Postby chove » Tue Mar 12, 2019 1:08 am

I would honestly rather know a few languages to an intermediate level than one or two to C2. That's just my preference, because I'm unlikely to ever work in another country or become a translator or whatever. I can definitely see the appeal of speaking another language to native fluency, but it's just not my goal.
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Re: You're doing it wrong

Postby aokoye » Tue Mar 12, 2019 3:02 am

MacGyver wrote:
aokoye wrote:
MacGyver wrote:Does it matter though? If someone thinks they are C1, but in reality they are B1, its not a big deal. I mean if they try to get a job that expects C1 level skills, they might be in for a shock, or they might come across as overly confident/arrogant compared to their actual language skills... but meh.

Or they might just not get the job, might not be able to obtain permanent residence to a country, might not be able to gain naturalized citizenship to a country, might not be able to matriculate into a college degree program - I could go on.

Yeah there are plenty of low stakes situations where thinking your language proficiency is higher than it is just isn't a big deal or has little to no consequences. There are also loads of high stakes situations where the consequences are major.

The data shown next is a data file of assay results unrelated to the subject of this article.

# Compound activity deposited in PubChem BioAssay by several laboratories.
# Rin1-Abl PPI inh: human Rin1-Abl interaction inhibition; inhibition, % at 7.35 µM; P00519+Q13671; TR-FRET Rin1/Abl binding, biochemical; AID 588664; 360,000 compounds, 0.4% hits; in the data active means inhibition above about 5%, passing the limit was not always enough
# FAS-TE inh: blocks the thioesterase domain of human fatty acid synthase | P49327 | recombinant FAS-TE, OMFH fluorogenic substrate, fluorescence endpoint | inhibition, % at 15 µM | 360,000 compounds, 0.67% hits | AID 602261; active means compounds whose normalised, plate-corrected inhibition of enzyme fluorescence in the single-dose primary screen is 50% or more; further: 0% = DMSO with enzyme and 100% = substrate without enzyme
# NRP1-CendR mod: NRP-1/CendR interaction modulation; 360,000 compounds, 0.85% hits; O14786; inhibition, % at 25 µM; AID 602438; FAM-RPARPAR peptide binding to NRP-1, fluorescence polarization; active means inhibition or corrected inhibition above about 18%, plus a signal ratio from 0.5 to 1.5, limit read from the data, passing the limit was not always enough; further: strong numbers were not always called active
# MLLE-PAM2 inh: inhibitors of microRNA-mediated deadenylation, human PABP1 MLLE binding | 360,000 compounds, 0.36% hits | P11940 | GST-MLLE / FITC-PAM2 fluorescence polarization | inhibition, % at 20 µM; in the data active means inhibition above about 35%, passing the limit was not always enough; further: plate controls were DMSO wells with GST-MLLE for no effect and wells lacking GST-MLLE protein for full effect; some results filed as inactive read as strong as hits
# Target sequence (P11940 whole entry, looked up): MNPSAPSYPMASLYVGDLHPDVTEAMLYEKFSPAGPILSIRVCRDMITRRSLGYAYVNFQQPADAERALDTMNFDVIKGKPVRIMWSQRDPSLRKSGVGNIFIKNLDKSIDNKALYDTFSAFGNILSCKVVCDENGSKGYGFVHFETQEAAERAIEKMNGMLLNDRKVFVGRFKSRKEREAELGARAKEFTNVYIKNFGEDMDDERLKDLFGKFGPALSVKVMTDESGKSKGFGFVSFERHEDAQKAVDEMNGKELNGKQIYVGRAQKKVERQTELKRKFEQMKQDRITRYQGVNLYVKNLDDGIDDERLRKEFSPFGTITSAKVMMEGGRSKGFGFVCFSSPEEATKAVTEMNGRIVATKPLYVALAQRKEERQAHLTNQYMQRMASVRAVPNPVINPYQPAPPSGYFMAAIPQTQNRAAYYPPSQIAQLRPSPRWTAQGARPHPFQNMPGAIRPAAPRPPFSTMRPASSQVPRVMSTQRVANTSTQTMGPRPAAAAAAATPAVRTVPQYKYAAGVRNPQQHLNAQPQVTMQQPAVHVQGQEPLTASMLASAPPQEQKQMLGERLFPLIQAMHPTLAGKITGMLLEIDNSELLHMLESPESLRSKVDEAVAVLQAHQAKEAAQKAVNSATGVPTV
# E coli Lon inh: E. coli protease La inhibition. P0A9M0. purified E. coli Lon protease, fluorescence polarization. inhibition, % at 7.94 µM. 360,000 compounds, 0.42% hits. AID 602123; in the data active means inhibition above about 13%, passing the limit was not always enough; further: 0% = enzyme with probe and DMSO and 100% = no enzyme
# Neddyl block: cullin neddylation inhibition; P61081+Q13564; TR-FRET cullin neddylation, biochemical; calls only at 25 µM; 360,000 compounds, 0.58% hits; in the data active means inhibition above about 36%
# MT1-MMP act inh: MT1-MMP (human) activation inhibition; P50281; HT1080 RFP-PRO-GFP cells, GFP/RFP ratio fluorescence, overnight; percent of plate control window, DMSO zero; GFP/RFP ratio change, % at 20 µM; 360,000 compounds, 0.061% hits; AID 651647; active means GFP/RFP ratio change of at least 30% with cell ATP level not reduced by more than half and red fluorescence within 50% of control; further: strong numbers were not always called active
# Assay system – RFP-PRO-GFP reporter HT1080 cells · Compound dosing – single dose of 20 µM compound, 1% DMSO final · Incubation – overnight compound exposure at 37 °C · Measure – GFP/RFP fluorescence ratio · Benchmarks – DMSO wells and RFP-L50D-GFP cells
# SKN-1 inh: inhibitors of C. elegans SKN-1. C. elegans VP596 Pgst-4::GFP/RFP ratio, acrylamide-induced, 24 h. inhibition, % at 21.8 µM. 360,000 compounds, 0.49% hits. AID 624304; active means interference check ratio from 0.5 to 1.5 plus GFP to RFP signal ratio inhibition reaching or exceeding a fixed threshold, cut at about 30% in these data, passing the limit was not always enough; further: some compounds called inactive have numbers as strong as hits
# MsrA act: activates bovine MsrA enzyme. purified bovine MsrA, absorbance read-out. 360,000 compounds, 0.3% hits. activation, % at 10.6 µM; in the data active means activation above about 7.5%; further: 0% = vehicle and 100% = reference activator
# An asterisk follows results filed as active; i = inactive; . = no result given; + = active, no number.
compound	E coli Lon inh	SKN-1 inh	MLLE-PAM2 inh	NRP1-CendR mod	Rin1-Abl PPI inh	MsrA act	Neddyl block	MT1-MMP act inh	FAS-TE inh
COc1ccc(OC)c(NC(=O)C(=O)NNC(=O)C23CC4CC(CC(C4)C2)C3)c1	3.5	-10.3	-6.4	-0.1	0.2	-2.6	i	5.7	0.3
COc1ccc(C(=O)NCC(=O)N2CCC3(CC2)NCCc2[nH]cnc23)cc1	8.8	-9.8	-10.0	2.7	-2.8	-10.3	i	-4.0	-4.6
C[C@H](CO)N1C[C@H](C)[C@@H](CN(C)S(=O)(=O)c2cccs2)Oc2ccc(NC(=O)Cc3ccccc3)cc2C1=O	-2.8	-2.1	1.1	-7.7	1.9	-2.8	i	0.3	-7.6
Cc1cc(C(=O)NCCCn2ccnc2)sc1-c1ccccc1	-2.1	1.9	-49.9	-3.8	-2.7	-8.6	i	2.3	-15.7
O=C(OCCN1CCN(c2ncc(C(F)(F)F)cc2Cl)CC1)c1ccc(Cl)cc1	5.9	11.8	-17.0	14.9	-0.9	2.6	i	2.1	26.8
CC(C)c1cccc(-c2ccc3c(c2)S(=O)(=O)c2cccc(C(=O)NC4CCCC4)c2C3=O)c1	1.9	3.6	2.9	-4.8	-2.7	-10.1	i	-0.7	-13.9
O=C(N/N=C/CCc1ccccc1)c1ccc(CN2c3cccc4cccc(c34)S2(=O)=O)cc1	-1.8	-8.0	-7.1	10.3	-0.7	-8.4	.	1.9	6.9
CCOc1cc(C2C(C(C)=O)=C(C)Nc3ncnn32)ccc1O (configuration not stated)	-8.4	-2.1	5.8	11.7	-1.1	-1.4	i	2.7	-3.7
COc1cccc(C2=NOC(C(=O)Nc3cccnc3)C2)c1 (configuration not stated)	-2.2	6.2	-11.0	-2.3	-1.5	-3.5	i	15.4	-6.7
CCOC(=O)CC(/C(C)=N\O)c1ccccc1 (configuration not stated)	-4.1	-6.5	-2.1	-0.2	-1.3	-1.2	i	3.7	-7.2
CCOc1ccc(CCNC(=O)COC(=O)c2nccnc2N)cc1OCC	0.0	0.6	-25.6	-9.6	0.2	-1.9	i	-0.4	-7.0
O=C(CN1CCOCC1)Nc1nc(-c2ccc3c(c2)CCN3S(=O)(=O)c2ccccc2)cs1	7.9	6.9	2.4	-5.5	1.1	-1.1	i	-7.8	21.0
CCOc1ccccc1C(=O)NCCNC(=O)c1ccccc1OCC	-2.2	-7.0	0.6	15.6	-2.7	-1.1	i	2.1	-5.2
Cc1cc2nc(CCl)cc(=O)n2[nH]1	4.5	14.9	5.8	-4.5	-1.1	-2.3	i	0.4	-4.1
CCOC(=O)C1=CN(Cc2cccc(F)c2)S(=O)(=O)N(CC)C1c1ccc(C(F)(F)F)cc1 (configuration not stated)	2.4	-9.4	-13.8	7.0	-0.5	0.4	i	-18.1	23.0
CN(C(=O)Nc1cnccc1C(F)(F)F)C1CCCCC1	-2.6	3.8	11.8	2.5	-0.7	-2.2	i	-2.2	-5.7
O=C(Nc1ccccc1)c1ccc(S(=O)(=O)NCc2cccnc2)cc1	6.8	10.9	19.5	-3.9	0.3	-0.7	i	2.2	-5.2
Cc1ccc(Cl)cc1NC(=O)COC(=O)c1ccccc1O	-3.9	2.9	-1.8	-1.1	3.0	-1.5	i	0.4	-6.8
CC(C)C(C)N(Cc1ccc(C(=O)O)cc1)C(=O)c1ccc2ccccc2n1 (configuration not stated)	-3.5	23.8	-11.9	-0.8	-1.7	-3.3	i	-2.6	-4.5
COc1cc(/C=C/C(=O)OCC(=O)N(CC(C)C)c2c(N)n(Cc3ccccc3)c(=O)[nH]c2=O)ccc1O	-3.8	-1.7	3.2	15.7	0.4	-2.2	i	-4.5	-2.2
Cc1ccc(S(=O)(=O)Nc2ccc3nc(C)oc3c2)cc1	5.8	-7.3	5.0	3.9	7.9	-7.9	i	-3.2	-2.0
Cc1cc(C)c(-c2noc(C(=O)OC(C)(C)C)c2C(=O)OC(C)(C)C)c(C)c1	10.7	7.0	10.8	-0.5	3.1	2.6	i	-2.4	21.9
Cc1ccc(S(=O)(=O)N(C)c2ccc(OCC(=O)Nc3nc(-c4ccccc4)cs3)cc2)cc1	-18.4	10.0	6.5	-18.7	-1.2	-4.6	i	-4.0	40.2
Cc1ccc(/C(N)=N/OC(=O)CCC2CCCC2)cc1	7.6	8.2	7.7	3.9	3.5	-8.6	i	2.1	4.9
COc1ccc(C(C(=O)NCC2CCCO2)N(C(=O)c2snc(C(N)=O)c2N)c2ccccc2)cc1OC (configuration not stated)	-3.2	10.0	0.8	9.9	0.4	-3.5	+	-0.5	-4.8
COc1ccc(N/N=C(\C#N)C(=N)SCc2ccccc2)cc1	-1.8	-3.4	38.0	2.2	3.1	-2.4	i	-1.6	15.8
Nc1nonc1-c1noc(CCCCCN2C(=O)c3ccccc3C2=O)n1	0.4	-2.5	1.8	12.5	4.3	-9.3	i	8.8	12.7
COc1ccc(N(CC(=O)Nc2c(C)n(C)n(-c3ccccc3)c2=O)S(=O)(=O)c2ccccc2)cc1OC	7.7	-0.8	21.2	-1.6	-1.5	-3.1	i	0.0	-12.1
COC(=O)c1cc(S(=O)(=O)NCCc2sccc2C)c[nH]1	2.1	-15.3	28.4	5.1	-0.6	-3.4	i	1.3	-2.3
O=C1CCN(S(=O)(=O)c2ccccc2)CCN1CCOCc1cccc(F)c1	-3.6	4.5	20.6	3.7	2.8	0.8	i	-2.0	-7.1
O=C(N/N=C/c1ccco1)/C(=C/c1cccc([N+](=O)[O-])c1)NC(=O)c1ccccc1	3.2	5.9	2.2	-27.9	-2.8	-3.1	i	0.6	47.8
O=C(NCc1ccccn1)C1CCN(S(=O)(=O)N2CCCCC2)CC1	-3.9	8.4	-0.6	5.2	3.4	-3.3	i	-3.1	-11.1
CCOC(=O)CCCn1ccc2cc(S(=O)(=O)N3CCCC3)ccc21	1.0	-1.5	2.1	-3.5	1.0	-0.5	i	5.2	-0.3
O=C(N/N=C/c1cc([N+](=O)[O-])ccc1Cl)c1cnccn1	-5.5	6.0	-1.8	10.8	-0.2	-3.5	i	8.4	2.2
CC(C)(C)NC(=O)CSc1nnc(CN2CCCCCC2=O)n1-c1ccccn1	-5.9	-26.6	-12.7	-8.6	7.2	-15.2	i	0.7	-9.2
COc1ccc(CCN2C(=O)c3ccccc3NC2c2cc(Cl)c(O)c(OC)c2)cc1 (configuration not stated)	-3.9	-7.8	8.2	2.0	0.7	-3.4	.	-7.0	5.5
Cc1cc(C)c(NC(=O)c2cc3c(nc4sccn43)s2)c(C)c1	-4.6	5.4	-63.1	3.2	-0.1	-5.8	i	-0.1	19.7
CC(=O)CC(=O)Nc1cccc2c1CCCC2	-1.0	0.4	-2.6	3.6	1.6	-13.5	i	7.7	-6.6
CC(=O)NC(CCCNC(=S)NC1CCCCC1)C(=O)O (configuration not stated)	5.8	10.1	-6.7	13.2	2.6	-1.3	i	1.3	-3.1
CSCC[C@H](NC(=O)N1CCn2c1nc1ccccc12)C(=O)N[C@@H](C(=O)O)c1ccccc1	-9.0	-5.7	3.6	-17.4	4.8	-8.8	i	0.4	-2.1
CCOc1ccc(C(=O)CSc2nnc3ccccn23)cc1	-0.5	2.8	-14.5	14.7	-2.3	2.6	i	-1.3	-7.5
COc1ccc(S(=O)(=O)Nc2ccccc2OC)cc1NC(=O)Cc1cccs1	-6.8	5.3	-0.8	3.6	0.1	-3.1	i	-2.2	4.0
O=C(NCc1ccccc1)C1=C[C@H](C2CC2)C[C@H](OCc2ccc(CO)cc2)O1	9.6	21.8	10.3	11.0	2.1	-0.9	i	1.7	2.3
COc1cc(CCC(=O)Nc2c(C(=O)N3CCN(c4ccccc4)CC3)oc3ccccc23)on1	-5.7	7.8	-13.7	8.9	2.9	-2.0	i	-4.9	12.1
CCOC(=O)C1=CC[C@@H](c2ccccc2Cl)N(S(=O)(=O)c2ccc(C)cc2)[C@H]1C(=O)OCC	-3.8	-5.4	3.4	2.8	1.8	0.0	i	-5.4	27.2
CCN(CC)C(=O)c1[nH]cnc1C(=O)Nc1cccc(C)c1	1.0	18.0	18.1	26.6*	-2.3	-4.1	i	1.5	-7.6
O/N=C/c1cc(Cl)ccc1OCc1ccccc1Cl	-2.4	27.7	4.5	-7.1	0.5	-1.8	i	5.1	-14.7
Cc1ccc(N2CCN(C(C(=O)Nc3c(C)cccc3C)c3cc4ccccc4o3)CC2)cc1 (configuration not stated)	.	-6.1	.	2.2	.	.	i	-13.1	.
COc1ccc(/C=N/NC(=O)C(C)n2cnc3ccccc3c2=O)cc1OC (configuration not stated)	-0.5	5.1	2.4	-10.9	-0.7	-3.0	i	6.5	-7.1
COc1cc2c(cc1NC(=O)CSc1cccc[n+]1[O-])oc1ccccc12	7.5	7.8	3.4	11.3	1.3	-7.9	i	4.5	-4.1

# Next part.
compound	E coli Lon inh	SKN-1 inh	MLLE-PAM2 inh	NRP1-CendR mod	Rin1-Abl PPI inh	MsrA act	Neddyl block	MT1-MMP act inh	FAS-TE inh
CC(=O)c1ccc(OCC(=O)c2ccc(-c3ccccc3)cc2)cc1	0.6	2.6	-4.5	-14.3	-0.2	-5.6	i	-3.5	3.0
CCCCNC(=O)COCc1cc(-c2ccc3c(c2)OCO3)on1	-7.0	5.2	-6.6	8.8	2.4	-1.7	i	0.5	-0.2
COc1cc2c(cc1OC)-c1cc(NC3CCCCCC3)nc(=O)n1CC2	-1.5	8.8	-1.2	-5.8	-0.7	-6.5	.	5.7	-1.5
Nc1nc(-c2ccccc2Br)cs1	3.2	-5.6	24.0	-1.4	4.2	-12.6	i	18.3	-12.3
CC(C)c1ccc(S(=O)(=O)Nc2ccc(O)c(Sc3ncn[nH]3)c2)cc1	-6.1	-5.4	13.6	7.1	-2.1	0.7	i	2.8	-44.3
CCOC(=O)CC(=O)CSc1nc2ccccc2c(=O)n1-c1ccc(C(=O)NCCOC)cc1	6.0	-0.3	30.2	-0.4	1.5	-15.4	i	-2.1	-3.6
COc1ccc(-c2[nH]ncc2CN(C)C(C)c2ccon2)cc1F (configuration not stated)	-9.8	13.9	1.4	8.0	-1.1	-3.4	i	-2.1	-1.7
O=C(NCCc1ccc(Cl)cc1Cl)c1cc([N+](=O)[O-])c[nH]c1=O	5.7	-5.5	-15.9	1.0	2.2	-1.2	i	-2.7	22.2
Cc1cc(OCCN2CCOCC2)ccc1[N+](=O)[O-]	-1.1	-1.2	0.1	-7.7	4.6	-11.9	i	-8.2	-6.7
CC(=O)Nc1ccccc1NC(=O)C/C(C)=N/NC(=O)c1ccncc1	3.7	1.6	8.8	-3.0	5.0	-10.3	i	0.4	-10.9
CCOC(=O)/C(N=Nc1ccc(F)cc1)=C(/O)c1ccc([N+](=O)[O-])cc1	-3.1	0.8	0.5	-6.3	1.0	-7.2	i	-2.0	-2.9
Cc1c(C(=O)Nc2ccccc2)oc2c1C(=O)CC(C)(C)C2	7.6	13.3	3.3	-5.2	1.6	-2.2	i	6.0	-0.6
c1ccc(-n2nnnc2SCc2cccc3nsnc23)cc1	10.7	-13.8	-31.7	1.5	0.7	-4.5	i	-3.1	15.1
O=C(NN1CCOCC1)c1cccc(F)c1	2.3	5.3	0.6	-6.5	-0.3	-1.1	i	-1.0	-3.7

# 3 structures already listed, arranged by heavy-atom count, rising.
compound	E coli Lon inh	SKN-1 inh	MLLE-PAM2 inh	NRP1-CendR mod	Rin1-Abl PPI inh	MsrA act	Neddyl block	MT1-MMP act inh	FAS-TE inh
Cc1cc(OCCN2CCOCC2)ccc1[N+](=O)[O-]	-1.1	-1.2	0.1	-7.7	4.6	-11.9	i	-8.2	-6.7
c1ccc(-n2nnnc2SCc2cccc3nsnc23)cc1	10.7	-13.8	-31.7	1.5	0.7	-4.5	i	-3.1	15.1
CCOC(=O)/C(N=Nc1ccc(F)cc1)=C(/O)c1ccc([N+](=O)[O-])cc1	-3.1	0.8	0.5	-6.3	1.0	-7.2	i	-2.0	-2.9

To be brutally honest, if someone has that much at stake and are just relying on self assessment for their level... well, they are either arrogant or stupid.

Or it's an issue of people being competent enough to function in a society but not being able to pass the required test, chronically overestimating their skills, having others overestimate their skills, or not believing people who tell them that no, they aren't as proficient as they think they are (there are likely countless other reasons). I know someone who lived in France for at least 5 years but who had to take whatever language test is required for naturalize citizenship at least twice, I think three times. She's not dumb nor is she lazy. She was easily able to live a life in France prior to eventually passing the language proficiency test.

On a less high stakes level, there were probably hundreds of students at Freie Universität Berlin's summer school when I was there who thought that they would test into higher levels of German than they did. Almost all of these people had some amount of previous formal instruction in German and there was quite a lot of Sturm und Drang when they found out what level they got into.
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Re: You're doing it wrong

Postby golyplot » Tue Mar 12, 2019 3:19 am

chove wrote:I would honestly rather know a few languages to an intermediate level than one or two to C2. That's just my preference, because I'm unlikely to ever work in another country or become a translator or whatever. I can definitely see the appeal of speaking another language to native fluency, but it's just not my goal.


This is my approach too. I'm never going to be a translator and I have no intentions to emigrate. But I like being able to watch foreign movies without subtitles or understand other people who aren't speaking English. If I had infinite time, I'd probably try to learn every commonly spoken language on the planet.